6.) Limit TV and Electronics, or at Least Monitor Yourself Closely: Scientifically speaking, it’s best to sleep in a completely dark room. I personally have never been able to do that. I’ve always had a night light or in the very least the shades to a window open so I could watch the Stars or have the glow of a streetlamp. What you don’t want to do is have something that is flicking. I have fallen asleep with the TV on and the volume off and to be honest, every time a scene changes it does interrupt my sleep. because while your eyes are closed you can still see some light through your eyelids. Also if you wake up in the middle of the night and grab your phone as I do, please try to pay special attention to when you’re starting to feel sleepy again. It’s so easy to just push slight drowsiness aside for one more article or game.
7.) Ask Yourself to Replay Your Favorite Movie from Start to Finish in Your Head: I know this probably sounds funny but the truth is it works for me. I started doing this as a child when I couldn’t sleep. So I’d lay there and try to remember a movie all the way through. I usually wouldn’t get very far. All you have to do is close your eyes and try to picture everything. NO SKIPPING SCENES! Remember the songs, visualize the characters, and try to keep the storyline accurate. I think because you’re laying there with your eyes closed and visualizing with your mind’s eye your brain will start to dream.
8.) Ask Yourself an Unanswerable Question: I grew up in a really religious home so as a child I use to find myself thinking really deep thoughts. Like what does heaven look like, or if there was life in the universe an if so would they still have to adhere to our ideas of morality, or my favorite: Is the devil really bad? Because without darkness in our lives (bad times) we might not recognize the good times. I found that this often made me use my imagination to figure things out and that often leads to me dreaming and sleeping. It might also keep you awake, so use with caution.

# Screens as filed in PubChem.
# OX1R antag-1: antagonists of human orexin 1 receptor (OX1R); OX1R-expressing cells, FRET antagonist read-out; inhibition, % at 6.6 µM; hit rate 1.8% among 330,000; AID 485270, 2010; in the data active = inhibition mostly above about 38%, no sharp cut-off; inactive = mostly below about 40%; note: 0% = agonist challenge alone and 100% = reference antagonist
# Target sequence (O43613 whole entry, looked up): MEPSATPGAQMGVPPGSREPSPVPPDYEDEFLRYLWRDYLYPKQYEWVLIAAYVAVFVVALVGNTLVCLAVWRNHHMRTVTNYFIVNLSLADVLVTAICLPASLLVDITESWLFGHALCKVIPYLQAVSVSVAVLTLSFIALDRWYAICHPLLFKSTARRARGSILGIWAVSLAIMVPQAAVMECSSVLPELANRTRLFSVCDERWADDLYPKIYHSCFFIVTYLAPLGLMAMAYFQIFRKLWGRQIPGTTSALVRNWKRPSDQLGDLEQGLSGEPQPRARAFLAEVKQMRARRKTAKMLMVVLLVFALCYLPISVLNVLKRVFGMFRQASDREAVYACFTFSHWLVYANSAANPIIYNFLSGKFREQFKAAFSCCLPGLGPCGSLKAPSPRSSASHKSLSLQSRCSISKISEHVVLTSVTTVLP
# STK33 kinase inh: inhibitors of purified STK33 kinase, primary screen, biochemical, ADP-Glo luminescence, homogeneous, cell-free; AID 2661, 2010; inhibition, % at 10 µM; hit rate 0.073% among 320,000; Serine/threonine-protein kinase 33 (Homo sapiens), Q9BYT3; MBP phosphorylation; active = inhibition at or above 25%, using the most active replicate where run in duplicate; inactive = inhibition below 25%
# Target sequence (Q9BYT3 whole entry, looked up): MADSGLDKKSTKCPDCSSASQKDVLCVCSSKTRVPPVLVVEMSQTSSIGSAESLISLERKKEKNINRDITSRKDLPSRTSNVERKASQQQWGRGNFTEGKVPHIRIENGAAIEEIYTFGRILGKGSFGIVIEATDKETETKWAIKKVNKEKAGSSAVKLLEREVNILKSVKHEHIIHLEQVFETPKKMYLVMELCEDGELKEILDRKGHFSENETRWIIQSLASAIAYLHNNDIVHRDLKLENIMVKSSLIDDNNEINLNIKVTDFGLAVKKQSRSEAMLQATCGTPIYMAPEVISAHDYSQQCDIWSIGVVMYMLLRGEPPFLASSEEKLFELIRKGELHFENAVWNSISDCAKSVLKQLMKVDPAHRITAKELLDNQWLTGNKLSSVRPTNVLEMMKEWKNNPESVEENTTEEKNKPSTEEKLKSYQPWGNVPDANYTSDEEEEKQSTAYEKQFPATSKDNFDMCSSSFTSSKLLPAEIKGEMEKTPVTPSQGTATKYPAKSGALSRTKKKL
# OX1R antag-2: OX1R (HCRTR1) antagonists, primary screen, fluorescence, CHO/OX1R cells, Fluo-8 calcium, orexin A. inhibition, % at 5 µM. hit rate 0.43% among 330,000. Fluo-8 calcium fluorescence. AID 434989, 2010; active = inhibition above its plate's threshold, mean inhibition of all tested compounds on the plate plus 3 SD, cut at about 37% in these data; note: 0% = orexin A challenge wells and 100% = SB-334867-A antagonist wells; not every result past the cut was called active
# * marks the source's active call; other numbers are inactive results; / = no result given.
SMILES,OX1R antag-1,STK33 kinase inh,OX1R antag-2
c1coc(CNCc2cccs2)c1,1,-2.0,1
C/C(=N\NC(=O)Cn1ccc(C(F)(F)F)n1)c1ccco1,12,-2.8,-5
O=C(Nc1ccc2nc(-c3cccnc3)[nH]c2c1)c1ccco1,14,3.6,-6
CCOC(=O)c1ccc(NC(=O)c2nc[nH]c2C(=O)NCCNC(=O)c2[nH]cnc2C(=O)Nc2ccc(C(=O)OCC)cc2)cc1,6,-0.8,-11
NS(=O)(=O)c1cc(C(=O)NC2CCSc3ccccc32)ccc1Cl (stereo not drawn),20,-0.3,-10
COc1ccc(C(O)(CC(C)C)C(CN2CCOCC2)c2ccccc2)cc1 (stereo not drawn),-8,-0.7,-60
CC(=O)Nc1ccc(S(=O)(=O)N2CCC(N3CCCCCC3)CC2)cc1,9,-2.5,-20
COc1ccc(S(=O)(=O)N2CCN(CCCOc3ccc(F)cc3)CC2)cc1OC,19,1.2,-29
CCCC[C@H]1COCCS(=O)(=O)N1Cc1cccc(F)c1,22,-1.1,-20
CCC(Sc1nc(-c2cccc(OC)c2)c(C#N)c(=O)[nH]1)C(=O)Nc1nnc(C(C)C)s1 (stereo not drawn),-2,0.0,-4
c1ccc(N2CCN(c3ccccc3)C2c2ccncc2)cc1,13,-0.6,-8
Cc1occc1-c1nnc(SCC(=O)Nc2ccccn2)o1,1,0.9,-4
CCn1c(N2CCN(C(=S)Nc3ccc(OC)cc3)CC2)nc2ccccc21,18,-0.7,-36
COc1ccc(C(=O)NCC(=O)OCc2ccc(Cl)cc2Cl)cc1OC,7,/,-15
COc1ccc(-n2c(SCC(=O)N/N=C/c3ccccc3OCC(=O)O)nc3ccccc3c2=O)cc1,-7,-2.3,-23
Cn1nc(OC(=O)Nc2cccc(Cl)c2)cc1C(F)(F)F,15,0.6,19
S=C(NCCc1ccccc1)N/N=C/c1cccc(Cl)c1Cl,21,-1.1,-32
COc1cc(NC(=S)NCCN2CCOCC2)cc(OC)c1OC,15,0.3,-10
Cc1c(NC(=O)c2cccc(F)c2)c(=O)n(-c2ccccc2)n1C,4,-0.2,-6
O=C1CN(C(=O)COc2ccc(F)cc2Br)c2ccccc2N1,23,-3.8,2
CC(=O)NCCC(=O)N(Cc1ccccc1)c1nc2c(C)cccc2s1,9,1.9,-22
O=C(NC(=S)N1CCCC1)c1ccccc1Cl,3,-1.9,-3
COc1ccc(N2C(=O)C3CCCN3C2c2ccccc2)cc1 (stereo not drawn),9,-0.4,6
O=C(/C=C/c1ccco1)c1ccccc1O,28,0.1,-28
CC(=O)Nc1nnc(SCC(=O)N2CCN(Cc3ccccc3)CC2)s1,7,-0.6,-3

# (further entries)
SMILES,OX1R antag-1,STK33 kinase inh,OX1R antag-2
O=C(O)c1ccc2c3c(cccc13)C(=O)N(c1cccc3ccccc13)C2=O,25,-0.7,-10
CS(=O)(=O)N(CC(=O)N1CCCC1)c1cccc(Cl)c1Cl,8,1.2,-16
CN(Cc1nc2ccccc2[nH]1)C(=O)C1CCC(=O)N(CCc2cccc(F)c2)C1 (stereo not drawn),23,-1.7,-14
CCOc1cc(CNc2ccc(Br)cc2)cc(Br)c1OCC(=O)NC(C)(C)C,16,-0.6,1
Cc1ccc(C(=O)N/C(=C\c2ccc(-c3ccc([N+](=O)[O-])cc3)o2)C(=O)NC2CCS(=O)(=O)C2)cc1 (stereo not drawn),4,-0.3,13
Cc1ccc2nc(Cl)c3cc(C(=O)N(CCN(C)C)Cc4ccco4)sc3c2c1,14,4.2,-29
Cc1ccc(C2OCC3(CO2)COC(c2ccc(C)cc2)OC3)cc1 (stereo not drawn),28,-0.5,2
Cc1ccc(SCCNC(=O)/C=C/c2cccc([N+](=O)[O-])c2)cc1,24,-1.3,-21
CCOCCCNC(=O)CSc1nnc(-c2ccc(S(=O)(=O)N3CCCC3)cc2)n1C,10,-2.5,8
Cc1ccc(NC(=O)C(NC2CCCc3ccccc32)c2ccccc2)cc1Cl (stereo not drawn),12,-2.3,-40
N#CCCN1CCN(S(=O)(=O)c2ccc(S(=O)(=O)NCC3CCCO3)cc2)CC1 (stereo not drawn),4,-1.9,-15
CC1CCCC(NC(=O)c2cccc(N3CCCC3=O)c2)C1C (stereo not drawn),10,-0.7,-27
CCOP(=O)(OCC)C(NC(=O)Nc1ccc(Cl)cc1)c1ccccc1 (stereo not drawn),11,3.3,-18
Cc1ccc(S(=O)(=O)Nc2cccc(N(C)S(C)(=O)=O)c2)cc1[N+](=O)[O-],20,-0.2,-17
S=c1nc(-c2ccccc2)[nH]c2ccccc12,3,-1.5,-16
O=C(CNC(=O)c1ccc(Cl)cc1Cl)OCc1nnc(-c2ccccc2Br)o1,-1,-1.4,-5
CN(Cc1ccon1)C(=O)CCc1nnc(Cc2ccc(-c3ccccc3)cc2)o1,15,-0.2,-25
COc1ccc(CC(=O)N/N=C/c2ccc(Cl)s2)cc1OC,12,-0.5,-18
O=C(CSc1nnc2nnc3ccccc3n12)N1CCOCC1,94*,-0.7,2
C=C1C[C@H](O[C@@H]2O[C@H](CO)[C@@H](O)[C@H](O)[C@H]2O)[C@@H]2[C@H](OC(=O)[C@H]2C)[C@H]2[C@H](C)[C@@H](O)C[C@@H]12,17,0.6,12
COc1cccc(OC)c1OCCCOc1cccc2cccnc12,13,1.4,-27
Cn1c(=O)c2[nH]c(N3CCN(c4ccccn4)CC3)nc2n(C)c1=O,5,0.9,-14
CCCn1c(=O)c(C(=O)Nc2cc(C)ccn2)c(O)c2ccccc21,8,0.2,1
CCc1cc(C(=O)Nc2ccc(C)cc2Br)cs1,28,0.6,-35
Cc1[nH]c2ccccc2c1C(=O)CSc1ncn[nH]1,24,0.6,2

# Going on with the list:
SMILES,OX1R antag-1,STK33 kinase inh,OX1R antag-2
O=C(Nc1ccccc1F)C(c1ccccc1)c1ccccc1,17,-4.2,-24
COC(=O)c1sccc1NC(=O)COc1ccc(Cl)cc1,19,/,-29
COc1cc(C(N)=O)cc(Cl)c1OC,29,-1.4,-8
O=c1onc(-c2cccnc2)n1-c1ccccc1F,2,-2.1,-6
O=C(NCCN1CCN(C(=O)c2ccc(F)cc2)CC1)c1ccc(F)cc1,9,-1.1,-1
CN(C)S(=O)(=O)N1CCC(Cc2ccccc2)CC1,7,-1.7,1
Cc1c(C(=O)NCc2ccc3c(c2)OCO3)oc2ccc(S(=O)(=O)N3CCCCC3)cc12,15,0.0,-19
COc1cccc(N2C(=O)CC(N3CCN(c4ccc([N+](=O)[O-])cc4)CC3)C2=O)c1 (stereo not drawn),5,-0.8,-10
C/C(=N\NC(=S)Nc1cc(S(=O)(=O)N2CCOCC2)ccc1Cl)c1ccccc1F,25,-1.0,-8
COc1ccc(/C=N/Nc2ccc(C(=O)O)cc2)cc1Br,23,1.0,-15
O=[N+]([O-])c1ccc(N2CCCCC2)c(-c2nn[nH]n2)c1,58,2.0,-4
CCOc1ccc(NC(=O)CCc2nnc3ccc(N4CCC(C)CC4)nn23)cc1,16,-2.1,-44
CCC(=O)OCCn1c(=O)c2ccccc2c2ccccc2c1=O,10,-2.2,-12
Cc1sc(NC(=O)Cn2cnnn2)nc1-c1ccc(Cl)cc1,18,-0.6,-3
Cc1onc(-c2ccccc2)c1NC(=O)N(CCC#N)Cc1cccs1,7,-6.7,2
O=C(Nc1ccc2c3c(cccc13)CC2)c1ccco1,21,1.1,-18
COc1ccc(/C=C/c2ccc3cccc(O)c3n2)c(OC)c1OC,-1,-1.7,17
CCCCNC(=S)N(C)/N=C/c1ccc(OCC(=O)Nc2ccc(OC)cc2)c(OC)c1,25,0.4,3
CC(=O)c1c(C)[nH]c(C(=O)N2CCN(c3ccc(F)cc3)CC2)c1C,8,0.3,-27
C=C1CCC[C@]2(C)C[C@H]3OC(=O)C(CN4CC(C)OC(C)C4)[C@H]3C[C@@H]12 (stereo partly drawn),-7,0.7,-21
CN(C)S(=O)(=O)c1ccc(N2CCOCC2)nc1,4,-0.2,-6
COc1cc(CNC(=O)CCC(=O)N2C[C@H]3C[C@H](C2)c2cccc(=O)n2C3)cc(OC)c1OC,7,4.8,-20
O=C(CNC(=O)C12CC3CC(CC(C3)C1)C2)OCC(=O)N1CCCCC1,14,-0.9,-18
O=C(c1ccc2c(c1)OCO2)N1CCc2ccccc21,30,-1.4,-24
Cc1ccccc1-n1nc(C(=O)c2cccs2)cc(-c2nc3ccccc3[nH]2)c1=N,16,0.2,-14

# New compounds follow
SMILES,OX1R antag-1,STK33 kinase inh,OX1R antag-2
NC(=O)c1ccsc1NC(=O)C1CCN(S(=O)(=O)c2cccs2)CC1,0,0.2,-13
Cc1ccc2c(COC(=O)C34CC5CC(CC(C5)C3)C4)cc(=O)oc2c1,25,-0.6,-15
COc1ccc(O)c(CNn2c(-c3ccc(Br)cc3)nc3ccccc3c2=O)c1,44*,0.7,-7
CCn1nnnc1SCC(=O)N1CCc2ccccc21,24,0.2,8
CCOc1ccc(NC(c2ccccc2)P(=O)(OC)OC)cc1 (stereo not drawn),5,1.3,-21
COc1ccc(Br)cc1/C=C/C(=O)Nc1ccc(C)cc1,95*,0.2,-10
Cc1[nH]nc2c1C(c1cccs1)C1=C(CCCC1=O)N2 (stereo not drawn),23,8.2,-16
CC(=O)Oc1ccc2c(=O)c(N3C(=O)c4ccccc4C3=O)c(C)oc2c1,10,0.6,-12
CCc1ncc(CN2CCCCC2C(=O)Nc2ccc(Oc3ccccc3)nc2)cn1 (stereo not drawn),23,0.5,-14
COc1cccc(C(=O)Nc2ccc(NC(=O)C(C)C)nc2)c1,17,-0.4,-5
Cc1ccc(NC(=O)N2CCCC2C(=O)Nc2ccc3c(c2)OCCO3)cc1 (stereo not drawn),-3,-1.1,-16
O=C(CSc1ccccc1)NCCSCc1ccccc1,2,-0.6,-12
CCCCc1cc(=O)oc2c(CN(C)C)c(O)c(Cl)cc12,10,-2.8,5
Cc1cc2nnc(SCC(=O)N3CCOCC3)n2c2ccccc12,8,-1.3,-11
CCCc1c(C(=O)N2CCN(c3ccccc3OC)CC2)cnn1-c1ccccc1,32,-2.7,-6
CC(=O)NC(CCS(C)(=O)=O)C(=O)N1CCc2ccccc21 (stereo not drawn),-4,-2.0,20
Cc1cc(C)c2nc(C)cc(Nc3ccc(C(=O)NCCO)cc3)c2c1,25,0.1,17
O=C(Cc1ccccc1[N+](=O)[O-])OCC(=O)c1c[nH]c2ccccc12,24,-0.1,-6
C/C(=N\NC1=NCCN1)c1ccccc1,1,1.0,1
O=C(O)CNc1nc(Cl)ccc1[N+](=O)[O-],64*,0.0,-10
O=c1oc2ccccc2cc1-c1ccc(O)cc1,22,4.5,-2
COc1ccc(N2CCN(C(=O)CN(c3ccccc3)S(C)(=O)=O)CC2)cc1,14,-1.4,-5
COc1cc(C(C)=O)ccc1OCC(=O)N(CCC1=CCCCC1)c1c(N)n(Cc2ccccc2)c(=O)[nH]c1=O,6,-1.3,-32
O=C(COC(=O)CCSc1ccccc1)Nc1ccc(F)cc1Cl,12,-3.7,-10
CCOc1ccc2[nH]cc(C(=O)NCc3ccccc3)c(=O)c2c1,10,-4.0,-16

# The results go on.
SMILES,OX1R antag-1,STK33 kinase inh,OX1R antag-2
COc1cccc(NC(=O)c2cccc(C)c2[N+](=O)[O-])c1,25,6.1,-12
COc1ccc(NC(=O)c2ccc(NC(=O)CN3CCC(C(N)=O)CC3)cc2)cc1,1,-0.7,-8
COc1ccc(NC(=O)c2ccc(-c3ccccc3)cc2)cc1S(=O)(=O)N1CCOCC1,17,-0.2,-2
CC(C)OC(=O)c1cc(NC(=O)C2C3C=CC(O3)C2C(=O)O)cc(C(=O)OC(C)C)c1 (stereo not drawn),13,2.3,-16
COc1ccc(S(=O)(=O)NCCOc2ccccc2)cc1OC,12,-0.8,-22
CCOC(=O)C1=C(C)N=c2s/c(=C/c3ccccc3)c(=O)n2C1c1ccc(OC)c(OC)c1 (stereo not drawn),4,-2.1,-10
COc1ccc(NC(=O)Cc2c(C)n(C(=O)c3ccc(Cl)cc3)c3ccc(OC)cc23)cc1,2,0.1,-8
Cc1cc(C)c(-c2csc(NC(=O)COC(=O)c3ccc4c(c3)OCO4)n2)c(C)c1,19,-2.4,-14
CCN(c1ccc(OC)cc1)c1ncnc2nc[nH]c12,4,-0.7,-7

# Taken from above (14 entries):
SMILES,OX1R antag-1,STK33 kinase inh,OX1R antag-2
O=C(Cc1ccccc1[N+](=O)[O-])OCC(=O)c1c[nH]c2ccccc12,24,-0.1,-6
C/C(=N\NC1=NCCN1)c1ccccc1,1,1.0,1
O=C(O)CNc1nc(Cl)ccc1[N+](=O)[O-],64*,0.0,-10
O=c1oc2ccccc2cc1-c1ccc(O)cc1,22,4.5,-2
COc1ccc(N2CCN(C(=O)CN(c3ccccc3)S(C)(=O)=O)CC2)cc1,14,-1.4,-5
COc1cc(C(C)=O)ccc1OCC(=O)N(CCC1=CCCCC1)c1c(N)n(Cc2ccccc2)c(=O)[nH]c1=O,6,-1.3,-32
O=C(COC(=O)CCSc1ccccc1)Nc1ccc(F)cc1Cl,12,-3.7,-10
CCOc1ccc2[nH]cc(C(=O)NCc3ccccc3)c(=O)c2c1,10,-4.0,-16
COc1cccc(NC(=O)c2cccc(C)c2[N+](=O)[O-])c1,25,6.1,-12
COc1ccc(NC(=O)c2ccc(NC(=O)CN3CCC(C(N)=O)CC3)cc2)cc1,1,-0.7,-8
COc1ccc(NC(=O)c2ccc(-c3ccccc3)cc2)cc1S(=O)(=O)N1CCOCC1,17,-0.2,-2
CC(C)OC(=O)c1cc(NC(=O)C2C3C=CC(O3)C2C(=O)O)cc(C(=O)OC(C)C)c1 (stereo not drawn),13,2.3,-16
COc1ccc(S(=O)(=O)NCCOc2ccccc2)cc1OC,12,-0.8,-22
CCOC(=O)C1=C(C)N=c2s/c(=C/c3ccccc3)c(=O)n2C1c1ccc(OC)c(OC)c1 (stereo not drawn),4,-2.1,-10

9.) A Nightcap Before Bed May Not Help You Sleep: I like a glass of wine before bed. HOWEVER, studies have shown that while it might help you get to sleep, the chances of you getting restful sleep are low. I can honestly say on the nights I’ve been out with friends, I might be exhausted and really wanting to sleep and even fall asleep right away, but I often have strange dreams, wake up a lot and usually feel pretty sleepy the next morning.
10.) Meditation can Help: Meditation has a TON of healthy physical and mental benefits. When I’m feeling upset I try to do a 15-minute meditation. There are several ways to do this. You can focus on your breath, and if your mind wanders, as soon as you notice this you just bring it back to your breath. Personally I like to do a mantra in my head, breathing in something positive that I want to take it like “I am a good person” or “I love myself” and then breathing out either something negative like “I release anger” or breathing out something I want to give the world like “I forgive”. Again if you just promise yourself to try it for fifteen minutes you’ll either fall asleep or in the very least you’re ready to start your (very early) day on a good foot.
If you’re looking to add something new to your sleep routine here are some other things I recommend looking into. These are affiliate links so if you find something you like and decide to buy it I’ll earn a small commission (thank you!).
1.) Weighted Blanket: This has helped a lot of people especially if you struggle with anxiety.
2.) Aromatherapy Diffuser: As I said above, aromatherapy has helped me and it has helped a lot of people. This diffuser also has a soothing color change feature!
3.) Noise Machine: Having something soothing to listen to can help you fall asleep as well. I like this one because it has a beach feature and ocean wavese are always soothing.
I hope these help! If you have any further questions or perhaps you do something that helps you sleep that I haven’t listed then please message me in the comments section! If any of these worked for you let me know, and if you’re just one of those types who scroll through Instagram to fall asleep, don’t forget to add me! Thank you and have a good day…or night! – Heather Astaneh